Written by Osama Sultan Photos provided by Rebekah Albrecht
I remember my sophomore year like it was just yesterday and how I had yet to find the confidence in myself to stand out from the group of talented people. When I started taking Typography 2, we were tasked to pick a topic and create a magazine based on the things we have passion for. At that point, I was shy to express myself towards my peers, but my professor, Rebekah Albrecht, came up to me and told me that she had faith in me and saw the potential within me. From that moment on, I have recognized her as the woman who helped me get up on my feet, just as she did to all my peers.
Rebekah with sisters, Suzi, Kim (from left)
Rebekah Albrecht is the Creative Director and a Graphic Design professor at Woodbury University. Her journey at Woodbury University began as a guest juror for one of the Graphic Design studio finals. She went in her colleague’s absence and that’s when Behnoush McKay reached out to her in 2012 to ask if Rebekah would like to teach a Typography class. To this day, she has taught various typography classes of all levels as well as several core Graphic Design classes. Throughout her life, her journey has taught her many valuable lessons. From her early Hollywood exposure, to her passion towards educating the youth, to being a leader in climate change activism, Rebekah Albrecht has always faced challenges and conquered them with a sense of enlightenment.
Rebekah (on the right, age 7) alongside her family in Taiwan
Born to missionary parents who were stationed in Taipei, Taiwan, Rebekah spent her early life under the spotlight. Her father, a public religious figure , was destined to be a star as he started off as a theologian. But then later on, he had received an opportunity in St. Louis, MO (basically Vatican city for Lutherans), and assumed the role of TV producer for a weekly program called This is the Life, which had religious messages. They often filmed in Hollywood which included actors and directors that were casted from Los Angeles. The show earned 6 Emmy awards in total. Since her father often traveled to California, he then decided, why not bring the family along? That is when Rebekah officially became a Californian resident.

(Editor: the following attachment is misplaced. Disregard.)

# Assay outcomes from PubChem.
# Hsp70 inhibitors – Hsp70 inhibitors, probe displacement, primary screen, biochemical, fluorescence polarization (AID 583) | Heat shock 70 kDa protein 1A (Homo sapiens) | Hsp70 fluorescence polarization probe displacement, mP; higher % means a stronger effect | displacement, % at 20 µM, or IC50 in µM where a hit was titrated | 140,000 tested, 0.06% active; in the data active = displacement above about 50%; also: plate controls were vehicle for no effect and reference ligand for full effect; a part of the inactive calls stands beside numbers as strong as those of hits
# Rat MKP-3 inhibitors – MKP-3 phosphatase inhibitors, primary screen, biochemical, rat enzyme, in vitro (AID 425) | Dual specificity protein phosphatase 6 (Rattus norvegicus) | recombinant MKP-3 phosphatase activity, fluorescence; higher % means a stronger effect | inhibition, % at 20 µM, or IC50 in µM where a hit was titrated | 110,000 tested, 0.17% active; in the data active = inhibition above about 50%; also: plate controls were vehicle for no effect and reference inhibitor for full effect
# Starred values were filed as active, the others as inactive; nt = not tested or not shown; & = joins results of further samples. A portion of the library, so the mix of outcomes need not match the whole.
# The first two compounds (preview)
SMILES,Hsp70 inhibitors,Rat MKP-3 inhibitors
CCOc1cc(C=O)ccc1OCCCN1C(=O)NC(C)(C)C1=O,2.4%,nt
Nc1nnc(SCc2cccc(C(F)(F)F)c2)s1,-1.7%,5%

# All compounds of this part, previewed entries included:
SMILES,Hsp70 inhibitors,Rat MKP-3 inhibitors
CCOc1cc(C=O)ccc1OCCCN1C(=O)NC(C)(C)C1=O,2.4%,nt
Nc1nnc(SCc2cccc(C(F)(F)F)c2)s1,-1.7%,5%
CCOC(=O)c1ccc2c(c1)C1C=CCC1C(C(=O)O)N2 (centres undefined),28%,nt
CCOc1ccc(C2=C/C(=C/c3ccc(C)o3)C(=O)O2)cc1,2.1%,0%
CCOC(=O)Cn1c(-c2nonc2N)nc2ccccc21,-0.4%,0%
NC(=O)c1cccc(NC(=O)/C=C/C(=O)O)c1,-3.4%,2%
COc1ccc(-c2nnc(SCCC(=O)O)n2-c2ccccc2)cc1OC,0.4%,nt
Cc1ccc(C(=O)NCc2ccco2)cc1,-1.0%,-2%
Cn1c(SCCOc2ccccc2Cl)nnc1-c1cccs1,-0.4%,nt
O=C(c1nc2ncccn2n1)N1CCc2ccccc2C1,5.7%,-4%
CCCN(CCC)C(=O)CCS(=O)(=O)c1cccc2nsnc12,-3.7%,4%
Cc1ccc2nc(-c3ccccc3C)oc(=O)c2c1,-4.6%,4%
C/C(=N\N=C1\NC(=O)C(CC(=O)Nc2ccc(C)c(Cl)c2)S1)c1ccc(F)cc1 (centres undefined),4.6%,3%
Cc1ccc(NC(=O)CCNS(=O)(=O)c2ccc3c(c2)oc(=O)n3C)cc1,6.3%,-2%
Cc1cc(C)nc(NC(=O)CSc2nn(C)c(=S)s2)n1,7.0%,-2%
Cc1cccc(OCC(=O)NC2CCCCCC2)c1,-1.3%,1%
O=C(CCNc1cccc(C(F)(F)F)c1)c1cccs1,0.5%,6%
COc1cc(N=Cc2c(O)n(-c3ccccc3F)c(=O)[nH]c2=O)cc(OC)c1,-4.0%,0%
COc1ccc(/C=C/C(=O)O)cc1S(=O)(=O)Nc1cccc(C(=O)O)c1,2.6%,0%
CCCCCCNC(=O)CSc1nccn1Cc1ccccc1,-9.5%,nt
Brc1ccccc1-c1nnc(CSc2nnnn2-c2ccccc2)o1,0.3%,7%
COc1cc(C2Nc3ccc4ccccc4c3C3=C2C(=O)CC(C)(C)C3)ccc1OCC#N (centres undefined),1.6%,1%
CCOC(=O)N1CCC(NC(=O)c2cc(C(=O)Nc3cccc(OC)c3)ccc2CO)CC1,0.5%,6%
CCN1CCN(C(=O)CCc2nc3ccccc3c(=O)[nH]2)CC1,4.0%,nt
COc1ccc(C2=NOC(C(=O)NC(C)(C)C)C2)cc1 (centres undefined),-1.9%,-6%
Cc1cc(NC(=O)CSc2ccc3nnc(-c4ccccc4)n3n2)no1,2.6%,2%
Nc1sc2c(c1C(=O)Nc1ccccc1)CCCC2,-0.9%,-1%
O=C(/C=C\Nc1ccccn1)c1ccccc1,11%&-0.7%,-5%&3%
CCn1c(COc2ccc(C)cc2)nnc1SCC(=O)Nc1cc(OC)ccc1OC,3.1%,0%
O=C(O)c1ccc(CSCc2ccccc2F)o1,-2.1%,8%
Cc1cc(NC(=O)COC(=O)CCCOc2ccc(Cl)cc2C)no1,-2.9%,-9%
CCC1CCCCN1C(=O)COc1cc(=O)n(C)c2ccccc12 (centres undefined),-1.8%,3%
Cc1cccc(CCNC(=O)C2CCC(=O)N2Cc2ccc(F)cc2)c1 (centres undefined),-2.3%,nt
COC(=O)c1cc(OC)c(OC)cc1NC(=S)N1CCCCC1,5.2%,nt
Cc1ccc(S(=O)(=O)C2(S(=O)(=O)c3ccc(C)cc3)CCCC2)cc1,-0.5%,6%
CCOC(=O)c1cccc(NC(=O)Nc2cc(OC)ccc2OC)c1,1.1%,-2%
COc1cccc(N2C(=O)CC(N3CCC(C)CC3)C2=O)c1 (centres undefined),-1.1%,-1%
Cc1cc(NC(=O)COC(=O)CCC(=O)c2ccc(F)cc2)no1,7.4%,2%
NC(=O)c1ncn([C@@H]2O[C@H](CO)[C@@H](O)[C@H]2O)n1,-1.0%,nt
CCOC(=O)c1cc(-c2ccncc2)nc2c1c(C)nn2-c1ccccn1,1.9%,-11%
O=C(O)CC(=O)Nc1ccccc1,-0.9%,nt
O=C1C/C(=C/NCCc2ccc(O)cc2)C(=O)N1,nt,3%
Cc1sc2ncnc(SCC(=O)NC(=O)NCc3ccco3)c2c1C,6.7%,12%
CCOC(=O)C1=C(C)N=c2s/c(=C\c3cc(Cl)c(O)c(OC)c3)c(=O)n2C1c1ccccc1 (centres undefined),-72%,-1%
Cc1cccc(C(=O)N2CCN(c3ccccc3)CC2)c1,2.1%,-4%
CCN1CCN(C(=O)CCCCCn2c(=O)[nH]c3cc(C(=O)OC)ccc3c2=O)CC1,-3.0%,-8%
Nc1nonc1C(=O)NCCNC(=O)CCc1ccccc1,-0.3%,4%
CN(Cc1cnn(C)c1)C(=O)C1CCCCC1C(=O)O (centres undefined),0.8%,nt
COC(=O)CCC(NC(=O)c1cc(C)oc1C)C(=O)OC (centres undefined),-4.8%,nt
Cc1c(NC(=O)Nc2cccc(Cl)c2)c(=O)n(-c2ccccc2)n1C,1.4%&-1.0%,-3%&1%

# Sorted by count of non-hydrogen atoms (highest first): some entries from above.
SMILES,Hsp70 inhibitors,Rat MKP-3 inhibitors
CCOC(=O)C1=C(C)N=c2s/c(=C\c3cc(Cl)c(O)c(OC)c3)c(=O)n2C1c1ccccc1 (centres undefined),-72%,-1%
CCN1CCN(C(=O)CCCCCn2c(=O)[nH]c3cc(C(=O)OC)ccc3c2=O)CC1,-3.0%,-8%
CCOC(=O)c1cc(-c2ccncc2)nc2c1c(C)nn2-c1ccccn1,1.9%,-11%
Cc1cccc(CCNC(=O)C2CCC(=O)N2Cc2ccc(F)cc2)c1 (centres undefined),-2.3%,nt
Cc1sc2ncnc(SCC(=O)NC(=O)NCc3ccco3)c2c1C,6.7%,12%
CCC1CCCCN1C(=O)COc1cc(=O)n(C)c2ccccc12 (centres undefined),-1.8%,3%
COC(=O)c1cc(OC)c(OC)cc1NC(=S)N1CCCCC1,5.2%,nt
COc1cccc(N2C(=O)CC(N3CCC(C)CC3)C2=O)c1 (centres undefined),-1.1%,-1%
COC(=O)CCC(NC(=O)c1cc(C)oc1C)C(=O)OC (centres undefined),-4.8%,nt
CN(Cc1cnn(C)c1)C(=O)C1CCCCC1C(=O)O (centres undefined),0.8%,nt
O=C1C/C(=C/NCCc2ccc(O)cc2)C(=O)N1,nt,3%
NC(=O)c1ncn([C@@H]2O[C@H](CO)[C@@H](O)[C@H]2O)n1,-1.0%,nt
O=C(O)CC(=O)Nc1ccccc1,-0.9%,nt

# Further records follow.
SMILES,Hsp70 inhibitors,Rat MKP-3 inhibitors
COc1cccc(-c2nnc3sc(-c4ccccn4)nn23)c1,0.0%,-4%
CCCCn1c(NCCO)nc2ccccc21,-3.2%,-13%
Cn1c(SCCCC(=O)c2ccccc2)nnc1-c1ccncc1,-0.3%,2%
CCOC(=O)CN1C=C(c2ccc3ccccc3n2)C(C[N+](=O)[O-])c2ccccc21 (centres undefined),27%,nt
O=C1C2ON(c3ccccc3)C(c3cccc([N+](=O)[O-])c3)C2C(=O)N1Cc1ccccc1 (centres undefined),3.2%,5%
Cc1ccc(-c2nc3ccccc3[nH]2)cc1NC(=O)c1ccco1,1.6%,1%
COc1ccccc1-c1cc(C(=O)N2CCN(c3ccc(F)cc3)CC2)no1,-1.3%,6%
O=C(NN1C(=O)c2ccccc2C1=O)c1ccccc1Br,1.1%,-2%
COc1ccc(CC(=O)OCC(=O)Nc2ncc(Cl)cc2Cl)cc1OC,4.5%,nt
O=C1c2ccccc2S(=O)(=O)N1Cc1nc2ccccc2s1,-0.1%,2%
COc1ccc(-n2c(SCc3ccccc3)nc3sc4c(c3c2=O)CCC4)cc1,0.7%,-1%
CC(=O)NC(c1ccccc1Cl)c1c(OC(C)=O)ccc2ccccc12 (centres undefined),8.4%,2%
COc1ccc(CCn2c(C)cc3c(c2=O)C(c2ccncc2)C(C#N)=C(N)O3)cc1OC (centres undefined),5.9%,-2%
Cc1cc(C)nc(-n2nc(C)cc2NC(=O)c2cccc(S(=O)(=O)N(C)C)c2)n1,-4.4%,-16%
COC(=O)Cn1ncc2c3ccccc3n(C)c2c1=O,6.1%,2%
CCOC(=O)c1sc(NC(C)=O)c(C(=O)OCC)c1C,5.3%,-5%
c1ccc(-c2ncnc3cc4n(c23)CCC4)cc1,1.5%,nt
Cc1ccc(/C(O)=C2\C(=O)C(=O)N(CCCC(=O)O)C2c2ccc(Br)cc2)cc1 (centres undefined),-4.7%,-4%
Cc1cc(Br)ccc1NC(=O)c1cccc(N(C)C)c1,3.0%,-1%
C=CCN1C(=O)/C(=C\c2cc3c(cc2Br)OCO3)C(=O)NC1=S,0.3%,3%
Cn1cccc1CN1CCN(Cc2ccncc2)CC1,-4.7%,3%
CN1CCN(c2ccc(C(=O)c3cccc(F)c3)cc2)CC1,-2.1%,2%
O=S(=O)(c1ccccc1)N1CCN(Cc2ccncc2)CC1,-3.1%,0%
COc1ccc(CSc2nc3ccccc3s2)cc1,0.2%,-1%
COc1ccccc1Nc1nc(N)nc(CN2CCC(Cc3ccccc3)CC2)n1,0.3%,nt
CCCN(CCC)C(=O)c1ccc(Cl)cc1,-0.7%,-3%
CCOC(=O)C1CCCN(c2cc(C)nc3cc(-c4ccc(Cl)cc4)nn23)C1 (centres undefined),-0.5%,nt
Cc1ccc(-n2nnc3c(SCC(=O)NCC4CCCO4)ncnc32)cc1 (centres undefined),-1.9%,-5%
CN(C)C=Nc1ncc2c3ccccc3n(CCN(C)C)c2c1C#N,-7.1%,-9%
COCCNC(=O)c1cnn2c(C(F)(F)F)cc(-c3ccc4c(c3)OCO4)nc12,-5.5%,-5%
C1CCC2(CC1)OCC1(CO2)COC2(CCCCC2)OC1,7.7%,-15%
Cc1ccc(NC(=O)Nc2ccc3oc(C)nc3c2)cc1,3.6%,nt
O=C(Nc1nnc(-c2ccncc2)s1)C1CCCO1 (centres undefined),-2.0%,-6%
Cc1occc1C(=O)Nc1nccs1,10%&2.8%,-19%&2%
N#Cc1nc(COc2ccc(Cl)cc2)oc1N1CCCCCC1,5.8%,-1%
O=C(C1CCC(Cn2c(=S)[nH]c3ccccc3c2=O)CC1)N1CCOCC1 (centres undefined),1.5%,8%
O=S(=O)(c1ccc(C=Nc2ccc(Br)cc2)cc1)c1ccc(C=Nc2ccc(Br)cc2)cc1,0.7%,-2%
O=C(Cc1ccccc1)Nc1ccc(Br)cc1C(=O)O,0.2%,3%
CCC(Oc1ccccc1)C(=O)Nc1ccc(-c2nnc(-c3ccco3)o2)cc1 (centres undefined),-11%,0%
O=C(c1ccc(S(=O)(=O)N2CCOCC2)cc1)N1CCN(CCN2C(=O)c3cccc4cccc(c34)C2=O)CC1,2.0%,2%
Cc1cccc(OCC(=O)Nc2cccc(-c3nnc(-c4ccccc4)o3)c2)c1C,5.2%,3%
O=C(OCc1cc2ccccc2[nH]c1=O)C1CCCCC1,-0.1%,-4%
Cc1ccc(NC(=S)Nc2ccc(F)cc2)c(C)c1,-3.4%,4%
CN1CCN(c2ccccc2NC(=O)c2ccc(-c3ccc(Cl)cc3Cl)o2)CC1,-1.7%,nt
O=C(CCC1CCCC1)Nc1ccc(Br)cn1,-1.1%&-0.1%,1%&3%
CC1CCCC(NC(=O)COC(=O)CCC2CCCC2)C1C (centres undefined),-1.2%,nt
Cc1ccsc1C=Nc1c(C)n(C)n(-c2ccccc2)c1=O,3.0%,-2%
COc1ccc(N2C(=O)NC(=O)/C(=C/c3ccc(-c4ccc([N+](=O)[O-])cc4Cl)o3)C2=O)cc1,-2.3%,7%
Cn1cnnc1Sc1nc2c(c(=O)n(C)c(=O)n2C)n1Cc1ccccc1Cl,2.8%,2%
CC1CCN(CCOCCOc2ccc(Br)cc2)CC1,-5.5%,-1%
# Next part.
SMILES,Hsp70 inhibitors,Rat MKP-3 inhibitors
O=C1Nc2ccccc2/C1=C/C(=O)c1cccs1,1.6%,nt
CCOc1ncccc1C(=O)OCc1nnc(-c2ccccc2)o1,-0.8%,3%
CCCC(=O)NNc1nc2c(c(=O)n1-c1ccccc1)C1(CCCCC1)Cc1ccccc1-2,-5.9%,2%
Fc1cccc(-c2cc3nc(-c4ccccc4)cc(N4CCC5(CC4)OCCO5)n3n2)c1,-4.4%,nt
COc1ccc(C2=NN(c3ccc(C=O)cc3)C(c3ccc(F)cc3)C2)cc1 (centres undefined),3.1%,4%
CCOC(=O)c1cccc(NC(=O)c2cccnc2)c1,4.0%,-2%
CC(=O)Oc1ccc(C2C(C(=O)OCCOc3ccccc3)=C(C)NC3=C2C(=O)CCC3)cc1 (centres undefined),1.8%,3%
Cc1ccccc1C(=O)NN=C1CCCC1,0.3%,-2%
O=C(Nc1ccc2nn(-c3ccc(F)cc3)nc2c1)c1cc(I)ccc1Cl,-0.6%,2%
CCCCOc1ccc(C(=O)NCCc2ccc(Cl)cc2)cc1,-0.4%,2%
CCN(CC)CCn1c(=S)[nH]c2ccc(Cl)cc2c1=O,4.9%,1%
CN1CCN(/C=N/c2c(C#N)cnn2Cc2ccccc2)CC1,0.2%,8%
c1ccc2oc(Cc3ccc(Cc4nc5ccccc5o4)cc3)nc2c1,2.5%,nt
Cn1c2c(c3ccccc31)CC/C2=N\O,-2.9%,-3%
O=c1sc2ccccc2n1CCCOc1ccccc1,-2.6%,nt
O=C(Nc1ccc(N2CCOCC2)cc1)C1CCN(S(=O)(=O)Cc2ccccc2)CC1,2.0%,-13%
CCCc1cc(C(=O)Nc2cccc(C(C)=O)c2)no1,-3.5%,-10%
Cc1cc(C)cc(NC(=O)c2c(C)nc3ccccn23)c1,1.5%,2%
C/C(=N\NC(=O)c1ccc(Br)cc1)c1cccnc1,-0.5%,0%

Rebekah with her beloved Gordon Setter, Usher
As an animal lover, Rebekah has always carried her passion wherever she was. From when she was little and she loved to draw animals, to today, she follows a dietary restriction of plant-based whole foods and is an advocate for animal rights; this was her starting point in her career as she devoted her time towards social cause.
When she started her college career at California State University, Northridge, she initially wanted to become a painter, but then took a logo class with Kay Wilder and quickly discovered her passion in graphic design. She described her discovery as “I just totally, madly fell in love with it”. She was hooked at how a small mark could tell a story so quickly and reductively. She then graduated from the graphic design program at CSUN and began working at an editorial job. After that, and several years of experience with her own clients and working for boutique studios like Top Design, Maureen Erbe Design and Limetwig, she freelanced for Leslie Baker Graphic Design.
One day, Leslie was supposed to go to a student jury critique but was unable to go, so she asked Rebekah to take her spot as a guest juror. This is where she had met Woodbury’s current Dean of Media, Culture and Design and Chair of the Graphic Design department. She was later contacted by Behnoush Mckay and offered her first class to teach at Woodbury University.
Rebekah with daughters, Catie, Ali (from left)
Since then, Rebekah has focused her mindset on helping the people of our community. She continues to involve herself in social causes and presents herself as a role model, she constantly evolved alongside technology, and she helps students climb up the ladder, as she did with me, all while pursuing her studies at CSULA in obtaining her MFA degree. So before I concluded my interview with her, I asked her if she had any advice to our students and to that, she said that it is “tougher to be a student than to be out there in the working world”, so her advice would be to take things one step at a time, make a difference where you can, and be kind.